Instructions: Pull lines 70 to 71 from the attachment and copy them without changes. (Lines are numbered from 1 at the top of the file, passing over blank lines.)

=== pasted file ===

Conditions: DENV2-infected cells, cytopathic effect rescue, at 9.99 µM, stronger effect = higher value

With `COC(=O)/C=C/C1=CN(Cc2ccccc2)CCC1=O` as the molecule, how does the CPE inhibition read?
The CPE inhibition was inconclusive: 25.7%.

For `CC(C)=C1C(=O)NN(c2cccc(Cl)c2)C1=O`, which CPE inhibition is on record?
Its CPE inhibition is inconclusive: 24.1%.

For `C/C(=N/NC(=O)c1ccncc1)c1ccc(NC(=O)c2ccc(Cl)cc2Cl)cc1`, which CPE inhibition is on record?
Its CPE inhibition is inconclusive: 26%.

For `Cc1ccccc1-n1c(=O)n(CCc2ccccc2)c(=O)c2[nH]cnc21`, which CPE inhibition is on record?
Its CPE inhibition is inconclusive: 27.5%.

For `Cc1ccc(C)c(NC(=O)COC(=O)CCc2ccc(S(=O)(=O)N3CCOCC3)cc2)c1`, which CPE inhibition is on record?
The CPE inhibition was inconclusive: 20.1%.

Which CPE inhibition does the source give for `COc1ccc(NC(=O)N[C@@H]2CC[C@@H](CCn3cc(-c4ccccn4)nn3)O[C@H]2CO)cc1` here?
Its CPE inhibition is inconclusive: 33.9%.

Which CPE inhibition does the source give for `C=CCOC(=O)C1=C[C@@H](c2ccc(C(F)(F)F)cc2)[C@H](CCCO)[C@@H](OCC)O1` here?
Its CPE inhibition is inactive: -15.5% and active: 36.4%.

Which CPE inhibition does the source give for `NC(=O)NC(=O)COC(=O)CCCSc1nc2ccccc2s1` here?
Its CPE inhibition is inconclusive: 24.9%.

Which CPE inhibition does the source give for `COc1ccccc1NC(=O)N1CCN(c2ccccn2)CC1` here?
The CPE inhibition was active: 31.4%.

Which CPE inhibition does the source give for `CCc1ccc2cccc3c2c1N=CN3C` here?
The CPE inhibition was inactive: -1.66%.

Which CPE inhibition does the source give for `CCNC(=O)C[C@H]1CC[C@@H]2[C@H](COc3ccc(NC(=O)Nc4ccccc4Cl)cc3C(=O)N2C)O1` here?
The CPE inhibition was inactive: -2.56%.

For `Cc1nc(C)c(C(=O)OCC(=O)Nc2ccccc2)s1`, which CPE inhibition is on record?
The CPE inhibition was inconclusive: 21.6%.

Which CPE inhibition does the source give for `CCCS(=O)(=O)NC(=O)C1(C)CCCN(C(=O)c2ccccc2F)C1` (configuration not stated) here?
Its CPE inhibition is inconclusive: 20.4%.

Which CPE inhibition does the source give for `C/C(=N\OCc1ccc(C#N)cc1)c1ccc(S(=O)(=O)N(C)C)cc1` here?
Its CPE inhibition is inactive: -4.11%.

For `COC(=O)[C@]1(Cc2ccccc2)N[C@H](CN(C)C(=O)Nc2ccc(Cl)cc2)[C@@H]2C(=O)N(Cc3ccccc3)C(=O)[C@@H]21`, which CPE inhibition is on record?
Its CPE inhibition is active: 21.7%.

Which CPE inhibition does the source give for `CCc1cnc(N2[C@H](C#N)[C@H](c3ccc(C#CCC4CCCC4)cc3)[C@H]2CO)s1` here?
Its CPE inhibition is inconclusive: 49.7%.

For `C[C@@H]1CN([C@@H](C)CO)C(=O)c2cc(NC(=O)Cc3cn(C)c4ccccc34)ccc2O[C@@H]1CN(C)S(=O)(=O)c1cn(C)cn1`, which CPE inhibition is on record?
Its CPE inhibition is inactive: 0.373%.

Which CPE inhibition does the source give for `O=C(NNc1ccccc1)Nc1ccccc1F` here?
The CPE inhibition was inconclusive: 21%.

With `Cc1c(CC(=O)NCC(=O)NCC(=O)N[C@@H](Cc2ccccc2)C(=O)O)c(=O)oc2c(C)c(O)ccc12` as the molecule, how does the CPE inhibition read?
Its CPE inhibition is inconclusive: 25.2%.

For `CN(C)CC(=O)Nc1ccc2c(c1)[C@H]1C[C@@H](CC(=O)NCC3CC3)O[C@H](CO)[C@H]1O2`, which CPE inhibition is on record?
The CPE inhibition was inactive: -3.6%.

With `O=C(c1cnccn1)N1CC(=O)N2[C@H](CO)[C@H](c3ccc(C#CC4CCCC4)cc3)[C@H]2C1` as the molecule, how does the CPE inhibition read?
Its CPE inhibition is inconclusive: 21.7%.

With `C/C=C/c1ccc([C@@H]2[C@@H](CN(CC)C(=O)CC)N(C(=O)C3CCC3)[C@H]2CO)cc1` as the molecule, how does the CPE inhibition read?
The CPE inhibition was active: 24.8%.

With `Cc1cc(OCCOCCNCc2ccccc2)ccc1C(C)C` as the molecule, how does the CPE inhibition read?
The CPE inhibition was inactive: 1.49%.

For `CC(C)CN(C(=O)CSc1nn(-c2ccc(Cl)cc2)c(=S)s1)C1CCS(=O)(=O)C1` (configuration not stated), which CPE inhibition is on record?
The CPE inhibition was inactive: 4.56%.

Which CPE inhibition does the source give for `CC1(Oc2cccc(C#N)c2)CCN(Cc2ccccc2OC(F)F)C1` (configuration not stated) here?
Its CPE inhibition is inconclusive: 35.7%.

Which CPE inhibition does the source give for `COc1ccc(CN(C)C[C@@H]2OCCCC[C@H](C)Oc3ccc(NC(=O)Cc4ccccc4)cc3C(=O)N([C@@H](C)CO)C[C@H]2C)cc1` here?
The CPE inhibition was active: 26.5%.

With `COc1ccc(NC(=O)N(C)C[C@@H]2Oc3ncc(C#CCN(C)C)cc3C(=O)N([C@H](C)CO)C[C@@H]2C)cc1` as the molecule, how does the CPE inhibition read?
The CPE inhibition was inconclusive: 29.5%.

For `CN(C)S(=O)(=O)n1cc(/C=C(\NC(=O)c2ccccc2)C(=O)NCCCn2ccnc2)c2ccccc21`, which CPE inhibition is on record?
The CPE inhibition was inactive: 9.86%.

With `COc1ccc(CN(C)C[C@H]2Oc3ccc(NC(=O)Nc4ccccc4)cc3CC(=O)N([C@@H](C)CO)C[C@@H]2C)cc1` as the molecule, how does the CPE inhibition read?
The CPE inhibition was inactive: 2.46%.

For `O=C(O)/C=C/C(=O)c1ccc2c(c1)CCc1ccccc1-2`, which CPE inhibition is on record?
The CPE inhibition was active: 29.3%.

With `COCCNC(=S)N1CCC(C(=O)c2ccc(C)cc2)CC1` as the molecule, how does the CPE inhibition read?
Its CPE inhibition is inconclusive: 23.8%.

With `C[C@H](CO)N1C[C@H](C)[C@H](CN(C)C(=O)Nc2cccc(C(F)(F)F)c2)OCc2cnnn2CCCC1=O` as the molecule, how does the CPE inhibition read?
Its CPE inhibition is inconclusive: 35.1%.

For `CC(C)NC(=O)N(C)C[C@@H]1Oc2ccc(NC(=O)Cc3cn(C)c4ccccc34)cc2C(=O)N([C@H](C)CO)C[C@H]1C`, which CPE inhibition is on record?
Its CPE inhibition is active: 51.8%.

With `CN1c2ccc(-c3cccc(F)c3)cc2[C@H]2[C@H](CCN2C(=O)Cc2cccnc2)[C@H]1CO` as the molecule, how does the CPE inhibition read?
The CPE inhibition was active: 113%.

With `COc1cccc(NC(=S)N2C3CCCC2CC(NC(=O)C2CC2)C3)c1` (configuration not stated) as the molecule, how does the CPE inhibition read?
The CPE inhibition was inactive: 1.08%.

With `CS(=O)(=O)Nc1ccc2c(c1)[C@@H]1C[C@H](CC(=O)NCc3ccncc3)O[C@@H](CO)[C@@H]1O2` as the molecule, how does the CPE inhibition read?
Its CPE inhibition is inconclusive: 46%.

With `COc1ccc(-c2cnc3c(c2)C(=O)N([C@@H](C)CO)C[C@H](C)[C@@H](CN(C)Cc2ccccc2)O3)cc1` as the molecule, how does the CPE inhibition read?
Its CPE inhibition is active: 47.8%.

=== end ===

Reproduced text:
With `COc1cccc(NC(=S)N2C3CCCC2CC(NC(=O)C2CC2)C3)c1` (configuration not stated) as the molecule, how does the CPE inhibition read?
The CPE inhibition was inactive: 1.08%.